The Delaware Riverkeeper Network and the Natural Resources Defense Council, two environmental organizations, recently filed suit in federal district court in Washington D.C., seeking to compel the Secretary of Commerce to designate "critical habitat" for the Atlantic sturgeon. The fish is native to most East Coast rivers and estuaries, including the Hudson, Delaware, and Susquehanna river basins, Chesapeake Bay, and other waterways throughout the country's most populated region. The plaintiffs' complaint is posted here.
Several populations of Atlantic sturgeon were listed as endangered or threatened under the federal Endangered Species Act (ESA) by Commerce's National Marine Fisheries Service (NMFS) just over two years ago.1 East Coast energy and infrastructure developers, water users, port and shipping interests, and others potentially affecting river and estuary environments already face restrictions on "take" of Atlantic sturgeon. If the plaintiffs' action leads Commerce to designate critical habitat, the existing "take" restrictions will be augmented by new limits on federally permitted or funded actions adversely modifying or destroying sturgeon critical habitat.
The Commerce Department has not answered the environmental plaintiffs' complaint yet. In many instances, ESA critical habitat deadline suits are resolved by settlement and an agreed upon schedule to propose and finalize a critical habitat designation for the species at issue. This is so because the courts have routinely held that the critical habitat designation is a mandatory, not discretionary, step under the ESA following the listing of a species. While NMFS may decline to designate critical habitat at the time of listing if it is not prudent to do so or if such habitat is not determinable,2 the agency must eventually do so within one additional year based on data available at the time.3 For the Atlantic sturgeon, that deadline passed more than a year ago.
The many businesses, governments, special-purpose districts, water users, permit holders, landowners, and others potentially affected by designation of critical habitat for the Atlantic sturgeon may wish to begin gathering information now in anticipation of a proposed designation of critical habitat. All interested parties will have an opportunity to comment on the proposed designation, which will be accompanied by a draft economic impact analysis. The ESA specifically directs the agency to take into account the economic and other impacts of designating particular areas as critical habitat,4 and also provides NMFS with the opportunity to exclude areas from a critical habitat designation.
The proposed designation comment and rulemaking process is the key opportunity to advise NMFS on what should and should not be in critical habitat, and to provide supporting information for the administrative record before the agency. This is an especially crucial step if litigation concerning the designation may be anticipated, because there is no opportunity to develop the record before the court, which bases its review on the record compiled before the agency during the designation process.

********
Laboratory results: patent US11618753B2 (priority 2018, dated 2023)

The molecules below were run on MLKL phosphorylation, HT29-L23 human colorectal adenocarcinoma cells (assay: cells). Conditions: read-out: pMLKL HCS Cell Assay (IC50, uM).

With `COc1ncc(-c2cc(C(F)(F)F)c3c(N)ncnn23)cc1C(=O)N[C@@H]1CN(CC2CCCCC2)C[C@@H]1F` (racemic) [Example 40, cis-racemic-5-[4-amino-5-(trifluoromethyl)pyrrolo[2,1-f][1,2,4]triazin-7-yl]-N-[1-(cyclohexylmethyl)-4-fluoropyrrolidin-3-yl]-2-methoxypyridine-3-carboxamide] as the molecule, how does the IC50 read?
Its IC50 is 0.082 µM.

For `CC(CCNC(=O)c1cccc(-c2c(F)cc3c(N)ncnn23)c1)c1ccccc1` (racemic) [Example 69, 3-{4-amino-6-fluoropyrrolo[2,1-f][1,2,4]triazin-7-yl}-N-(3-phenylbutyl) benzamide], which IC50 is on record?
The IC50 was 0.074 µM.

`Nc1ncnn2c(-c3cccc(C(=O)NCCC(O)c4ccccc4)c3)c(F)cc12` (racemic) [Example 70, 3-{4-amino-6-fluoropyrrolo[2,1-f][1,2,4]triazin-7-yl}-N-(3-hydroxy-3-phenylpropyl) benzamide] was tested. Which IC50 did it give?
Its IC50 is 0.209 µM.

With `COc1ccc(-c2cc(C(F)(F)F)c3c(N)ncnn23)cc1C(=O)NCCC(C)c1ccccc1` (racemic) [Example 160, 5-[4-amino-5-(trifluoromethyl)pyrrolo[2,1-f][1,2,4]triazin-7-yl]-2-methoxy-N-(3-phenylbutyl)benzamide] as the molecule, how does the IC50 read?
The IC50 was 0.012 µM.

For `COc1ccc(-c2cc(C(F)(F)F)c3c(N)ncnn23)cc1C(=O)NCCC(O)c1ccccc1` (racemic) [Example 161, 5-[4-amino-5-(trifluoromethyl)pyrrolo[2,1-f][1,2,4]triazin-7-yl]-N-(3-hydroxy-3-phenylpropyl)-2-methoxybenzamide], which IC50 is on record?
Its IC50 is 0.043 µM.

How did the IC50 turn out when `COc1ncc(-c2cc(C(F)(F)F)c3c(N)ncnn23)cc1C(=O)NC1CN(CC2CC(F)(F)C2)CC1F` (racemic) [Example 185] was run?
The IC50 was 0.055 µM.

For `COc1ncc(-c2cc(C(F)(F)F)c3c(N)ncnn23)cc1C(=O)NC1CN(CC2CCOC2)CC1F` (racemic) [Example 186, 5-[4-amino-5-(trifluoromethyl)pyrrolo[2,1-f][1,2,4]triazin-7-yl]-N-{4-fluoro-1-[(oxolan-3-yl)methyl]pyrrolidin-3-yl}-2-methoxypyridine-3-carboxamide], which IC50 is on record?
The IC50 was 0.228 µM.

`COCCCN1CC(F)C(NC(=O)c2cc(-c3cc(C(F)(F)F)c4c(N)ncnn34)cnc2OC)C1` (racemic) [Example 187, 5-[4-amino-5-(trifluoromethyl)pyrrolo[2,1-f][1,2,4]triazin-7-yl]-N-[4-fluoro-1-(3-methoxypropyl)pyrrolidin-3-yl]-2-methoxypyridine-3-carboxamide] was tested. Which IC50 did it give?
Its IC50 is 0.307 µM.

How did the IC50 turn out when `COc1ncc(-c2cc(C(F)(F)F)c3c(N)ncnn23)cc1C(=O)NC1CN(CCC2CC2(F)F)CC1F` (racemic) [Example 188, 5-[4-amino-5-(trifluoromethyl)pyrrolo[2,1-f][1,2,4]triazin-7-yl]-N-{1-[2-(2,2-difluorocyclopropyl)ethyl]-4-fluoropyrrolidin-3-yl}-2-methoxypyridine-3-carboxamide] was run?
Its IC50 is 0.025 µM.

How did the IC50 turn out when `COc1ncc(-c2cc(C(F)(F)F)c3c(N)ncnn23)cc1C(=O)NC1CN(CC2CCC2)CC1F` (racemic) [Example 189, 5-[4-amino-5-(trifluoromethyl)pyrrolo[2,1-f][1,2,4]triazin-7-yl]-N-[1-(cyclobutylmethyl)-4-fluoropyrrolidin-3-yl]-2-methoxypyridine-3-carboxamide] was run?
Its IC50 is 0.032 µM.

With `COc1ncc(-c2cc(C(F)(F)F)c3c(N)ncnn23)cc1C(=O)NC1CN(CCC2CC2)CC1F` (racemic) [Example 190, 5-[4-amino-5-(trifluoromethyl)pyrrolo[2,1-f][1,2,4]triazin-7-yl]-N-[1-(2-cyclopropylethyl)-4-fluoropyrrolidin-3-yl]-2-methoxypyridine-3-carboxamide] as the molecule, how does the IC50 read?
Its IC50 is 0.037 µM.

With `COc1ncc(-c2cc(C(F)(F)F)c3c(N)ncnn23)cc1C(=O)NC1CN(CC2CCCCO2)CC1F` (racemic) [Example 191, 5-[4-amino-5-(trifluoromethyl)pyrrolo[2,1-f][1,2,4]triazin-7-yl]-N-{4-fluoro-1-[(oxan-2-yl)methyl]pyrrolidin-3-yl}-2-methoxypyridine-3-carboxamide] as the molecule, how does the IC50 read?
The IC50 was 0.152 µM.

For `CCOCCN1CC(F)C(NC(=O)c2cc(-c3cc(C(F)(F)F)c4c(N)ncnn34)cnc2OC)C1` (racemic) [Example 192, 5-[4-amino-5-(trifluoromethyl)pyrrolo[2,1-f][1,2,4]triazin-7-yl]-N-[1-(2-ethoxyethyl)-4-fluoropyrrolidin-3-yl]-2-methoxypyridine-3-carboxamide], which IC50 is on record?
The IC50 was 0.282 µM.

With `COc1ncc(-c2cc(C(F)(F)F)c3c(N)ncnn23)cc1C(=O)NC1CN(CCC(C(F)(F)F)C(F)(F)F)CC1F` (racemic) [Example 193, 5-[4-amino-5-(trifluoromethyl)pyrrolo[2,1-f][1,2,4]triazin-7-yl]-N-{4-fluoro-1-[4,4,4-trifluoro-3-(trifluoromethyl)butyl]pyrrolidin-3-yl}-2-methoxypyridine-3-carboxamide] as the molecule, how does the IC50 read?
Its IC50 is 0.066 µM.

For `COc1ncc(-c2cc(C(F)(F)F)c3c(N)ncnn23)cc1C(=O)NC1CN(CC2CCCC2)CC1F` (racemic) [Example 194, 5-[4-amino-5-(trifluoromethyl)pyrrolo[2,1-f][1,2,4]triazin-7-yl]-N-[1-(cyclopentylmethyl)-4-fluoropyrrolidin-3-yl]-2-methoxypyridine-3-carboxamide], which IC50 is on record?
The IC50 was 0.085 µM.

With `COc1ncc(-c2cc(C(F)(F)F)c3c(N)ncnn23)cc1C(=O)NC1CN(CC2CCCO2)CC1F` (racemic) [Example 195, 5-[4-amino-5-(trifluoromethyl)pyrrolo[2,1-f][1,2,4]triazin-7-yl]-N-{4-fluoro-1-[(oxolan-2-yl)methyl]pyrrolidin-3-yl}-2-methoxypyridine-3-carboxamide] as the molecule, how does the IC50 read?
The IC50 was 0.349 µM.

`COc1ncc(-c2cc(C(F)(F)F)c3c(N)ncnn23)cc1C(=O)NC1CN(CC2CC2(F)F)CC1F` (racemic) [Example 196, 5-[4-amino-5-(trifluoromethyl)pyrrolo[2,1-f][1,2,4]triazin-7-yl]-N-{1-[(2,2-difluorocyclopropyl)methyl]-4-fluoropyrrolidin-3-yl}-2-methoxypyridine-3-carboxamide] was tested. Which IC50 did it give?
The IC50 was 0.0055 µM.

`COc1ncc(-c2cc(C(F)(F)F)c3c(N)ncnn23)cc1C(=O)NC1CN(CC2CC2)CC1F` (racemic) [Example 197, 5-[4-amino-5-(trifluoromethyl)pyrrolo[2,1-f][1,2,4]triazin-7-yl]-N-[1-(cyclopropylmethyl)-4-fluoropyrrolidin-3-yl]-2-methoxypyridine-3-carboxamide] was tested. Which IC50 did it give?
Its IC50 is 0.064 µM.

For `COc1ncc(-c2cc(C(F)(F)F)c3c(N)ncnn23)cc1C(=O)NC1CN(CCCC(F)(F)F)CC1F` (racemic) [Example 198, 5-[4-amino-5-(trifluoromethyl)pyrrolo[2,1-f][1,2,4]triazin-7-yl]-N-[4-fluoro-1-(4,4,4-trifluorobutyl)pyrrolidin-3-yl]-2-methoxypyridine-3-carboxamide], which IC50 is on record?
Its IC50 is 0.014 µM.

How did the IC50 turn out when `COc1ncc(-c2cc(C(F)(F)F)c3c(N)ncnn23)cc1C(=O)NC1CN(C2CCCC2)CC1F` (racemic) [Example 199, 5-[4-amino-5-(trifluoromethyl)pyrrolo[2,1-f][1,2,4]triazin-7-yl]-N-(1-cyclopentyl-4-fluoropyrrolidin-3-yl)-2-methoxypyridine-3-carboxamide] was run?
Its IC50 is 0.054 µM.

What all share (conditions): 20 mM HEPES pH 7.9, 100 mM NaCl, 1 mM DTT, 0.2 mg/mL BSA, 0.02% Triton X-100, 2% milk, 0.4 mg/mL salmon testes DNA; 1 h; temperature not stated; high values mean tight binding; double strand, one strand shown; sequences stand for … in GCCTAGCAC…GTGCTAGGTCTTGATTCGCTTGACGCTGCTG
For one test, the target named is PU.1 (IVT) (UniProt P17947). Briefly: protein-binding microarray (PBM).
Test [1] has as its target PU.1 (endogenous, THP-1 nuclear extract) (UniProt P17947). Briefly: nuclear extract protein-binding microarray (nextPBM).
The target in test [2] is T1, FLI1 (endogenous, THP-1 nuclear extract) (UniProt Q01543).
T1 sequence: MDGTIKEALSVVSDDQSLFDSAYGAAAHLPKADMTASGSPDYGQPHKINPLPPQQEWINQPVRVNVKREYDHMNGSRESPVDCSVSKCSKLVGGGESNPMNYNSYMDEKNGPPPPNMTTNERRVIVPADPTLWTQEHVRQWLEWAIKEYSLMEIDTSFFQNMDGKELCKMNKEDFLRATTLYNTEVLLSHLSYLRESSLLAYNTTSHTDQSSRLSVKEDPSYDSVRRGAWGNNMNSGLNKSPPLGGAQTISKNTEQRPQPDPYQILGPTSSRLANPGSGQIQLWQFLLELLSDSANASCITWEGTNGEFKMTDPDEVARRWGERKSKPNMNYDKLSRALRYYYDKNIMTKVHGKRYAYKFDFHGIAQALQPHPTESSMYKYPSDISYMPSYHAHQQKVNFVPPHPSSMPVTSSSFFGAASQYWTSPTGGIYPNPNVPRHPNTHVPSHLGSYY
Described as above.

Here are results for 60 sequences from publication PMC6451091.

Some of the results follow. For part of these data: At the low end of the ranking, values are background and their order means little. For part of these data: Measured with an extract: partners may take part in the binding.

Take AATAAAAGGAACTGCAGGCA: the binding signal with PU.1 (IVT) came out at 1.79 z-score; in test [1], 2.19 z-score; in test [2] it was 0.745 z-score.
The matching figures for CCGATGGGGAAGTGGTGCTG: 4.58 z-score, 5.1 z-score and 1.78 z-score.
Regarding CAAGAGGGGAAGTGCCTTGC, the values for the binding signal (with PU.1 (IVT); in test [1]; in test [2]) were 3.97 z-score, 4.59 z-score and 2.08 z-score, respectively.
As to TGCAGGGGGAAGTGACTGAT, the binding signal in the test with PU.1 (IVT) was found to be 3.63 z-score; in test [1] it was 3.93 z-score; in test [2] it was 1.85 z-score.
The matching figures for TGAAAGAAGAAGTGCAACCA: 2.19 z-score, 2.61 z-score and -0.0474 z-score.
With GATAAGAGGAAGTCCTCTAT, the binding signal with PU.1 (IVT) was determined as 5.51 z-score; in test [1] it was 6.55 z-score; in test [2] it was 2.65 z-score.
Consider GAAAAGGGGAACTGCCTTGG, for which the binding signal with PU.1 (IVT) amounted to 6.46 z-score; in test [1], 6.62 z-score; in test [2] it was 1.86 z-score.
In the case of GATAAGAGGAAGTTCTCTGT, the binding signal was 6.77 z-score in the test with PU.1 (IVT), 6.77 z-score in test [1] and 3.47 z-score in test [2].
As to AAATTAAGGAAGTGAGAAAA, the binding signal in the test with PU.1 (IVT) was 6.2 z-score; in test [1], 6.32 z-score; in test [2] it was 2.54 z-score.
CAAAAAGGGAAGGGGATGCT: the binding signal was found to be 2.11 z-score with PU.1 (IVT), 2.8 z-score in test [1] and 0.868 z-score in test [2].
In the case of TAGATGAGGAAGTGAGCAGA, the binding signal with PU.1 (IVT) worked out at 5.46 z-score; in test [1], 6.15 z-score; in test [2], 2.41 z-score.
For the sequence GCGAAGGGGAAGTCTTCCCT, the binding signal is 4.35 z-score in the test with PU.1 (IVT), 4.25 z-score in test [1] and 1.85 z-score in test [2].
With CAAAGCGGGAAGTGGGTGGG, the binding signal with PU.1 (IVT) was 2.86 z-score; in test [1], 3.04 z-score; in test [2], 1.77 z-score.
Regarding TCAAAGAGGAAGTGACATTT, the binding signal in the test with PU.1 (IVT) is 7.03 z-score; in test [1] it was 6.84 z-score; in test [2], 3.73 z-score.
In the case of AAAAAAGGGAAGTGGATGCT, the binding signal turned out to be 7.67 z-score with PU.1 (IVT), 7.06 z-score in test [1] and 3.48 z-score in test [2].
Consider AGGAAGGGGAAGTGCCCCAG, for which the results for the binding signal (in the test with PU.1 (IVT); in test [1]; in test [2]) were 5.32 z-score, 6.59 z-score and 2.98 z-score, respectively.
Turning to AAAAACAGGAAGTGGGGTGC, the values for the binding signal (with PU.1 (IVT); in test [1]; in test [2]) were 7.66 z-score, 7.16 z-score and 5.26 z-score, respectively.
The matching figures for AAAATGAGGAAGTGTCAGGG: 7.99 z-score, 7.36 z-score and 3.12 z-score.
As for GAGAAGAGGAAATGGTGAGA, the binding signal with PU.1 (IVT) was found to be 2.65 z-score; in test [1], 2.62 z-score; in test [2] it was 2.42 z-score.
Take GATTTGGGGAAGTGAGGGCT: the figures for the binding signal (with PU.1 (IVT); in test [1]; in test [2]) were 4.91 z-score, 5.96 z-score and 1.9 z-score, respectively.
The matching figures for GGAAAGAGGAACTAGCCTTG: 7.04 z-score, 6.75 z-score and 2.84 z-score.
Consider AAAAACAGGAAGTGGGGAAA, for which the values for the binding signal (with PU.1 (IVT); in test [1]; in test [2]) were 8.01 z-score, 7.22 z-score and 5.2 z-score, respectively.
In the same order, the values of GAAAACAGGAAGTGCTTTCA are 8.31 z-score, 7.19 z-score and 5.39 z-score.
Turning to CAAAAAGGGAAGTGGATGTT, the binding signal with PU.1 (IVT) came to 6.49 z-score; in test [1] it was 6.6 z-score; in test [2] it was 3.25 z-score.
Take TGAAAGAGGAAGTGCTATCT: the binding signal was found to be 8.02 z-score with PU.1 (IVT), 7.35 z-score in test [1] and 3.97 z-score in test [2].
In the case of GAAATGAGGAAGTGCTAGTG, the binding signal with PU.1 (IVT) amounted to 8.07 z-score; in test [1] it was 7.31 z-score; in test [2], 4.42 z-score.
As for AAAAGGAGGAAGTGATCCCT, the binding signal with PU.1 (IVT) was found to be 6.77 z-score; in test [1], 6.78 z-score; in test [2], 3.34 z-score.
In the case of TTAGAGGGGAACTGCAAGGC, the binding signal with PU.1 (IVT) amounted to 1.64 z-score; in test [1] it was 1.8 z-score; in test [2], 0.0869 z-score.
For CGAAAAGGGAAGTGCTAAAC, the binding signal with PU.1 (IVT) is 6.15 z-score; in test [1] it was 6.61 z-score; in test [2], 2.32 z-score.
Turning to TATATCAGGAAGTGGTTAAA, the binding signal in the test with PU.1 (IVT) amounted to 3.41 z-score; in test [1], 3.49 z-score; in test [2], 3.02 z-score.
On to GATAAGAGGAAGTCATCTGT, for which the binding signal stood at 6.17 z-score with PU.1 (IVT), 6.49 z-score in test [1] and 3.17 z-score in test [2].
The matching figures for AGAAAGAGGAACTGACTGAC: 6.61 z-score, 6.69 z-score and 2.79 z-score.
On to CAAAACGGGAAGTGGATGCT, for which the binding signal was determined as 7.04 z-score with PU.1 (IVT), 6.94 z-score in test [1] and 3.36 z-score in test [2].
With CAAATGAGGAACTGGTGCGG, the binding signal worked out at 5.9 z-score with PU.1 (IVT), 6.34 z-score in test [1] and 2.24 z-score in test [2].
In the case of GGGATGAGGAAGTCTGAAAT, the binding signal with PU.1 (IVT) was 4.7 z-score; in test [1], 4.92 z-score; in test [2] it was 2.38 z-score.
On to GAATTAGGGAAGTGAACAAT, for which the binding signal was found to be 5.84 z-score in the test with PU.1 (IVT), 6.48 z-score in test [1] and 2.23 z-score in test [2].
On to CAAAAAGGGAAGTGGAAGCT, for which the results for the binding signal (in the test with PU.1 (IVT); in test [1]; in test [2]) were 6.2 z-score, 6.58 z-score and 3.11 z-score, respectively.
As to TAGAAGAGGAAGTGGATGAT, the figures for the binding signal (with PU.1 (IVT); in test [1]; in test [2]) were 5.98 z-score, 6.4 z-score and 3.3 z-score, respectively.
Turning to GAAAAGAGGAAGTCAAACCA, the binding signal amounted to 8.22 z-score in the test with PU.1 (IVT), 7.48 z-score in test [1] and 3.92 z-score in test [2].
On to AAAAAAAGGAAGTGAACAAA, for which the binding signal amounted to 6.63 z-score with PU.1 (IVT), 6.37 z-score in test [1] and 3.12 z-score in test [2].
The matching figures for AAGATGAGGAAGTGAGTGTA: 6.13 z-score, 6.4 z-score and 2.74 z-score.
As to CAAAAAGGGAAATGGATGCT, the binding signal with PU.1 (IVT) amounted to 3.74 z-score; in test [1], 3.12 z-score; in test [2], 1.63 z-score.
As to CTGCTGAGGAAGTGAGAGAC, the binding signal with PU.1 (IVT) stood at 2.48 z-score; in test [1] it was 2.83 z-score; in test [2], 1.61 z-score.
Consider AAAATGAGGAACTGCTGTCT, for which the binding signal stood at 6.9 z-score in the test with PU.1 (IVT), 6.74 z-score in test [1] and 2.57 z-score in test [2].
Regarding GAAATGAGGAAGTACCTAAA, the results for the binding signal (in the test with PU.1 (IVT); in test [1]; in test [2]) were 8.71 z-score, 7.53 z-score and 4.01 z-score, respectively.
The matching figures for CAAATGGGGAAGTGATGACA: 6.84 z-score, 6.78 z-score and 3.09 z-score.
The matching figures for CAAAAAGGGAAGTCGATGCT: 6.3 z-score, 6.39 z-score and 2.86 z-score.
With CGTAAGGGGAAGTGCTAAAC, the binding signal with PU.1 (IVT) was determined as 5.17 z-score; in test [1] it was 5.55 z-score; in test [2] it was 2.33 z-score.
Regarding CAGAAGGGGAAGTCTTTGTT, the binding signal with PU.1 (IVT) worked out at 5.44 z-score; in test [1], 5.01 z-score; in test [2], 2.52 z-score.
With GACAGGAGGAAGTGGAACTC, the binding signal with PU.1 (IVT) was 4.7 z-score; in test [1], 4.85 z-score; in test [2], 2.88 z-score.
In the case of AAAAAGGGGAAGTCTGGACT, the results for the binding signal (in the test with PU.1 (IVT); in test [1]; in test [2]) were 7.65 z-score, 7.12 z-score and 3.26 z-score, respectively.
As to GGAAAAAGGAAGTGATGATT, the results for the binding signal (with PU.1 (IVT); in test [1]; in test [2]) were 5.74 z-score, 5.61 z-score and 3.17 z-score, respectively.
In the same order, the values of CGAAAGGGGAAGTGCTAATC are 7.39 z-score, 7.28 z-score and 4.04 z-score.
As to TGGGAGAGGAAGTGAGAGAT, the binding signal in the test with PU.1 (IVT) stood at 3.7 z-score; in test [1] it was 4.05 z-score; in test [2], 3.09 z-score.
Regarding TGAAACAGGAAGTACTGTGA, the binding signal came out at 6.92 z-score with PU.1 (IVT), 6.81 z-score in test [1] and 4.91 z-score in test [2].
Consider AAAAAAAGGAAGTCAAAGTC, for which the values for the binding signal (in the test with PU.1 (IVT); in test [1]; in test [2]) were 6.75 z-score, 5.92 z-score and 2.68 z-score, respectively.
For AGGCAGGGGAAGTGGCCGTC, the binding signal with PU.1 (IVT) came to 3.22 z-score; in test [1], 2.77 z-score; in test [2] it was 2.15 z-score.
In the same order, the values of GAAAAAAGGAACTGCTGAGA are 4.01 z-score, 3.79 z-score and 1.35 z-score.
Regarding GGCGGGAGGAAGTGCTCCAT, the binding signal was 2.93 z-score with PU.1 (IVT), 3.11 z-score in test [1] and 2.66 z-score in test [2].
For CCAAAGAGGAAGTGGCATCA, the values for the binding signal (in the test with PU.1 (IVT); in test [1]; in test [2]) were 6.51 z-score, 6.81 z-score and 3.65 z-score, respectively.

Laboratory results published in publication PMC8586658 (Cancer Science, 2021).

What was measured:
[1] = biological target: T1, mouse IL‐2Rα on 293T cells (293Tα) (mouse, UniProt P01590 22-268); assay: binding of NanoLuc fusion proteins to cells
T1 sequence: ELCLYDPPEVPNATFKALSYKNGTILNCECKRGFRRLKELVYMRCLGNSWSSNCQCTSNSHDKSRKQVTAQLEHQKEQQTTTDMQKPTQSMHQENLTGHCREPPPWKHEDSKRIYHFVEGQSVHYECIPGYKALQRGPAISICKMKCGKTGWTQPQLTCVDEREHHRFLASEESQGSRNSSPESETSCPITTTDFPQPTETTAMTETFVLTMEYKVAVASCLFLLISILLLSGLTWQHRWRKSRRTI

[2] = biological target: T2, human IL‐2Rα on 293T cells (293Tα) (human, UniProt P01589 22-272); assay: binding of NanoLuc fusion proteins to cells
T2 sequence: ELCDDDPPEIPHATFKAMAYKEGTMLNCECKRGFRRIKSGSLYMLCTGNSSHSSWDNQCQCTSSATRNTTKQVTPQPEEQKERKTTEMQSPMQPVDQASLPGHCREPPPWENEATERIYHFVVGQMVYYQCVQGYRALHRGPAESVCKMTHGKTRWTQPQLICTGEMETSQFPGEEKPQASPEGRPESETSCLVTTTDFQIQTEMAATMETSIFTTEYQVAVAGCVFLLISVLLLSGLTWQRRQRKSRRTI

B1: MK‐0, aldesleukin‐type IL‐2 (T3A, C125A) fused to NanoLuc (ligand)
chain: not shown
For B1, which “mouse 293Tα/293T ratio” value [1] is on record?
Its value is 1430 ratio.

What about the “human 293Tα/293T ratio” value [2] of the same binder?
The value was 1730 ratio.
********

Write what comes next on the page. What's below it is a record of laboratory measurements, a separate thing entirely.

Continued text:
Well before the critical habitat designation is finally resolved, potentially affected parties will want to consider the options that may be available under the ESA to minimize future regulatory exposure and requirements from the designation. One tool to consider in commenting and participating in the critical habitat designation process is providing information to NMFS to aid it in identifying which areas contain or lack the primary constituent elements essential to the conservation of the species; areas lacking such elements do not meet the regulatory definition of critical habitat. Also, parties that are participating in a habitat conservation plan (HCP) under ESA Section 10 may have a basis to exclude areas covered by the HCP from the designation.
If NMFS develops an overbroad designation, litigation may provide a remedy in appropriate instances, as in the recent polar bear critical habitat designation. That designation, the largest ever at over 187,000 square miles, was set aside by a federal court in Alaska after it determined that the U.S. Fish and Wildlife Service failed to follow the required procedures, failed to appropriately consider and respond to the State's comments on the designation, and failed to document that all areas designated contained the necessary primary constituent elements to support the designation5.
ESA Section 4 also contains specific petition procedures that, in applicable circumstances, can be used to revise or correct an overreaching designation. In Idaho, NMFS revised a designation this way after the petitioner established that the area did not satisfy the requirements to be treated as critical habitat. These and other approaches to managing critical habitat issues may merit consideration in responding to the Atlantic sturgeon potential critical habitat designation.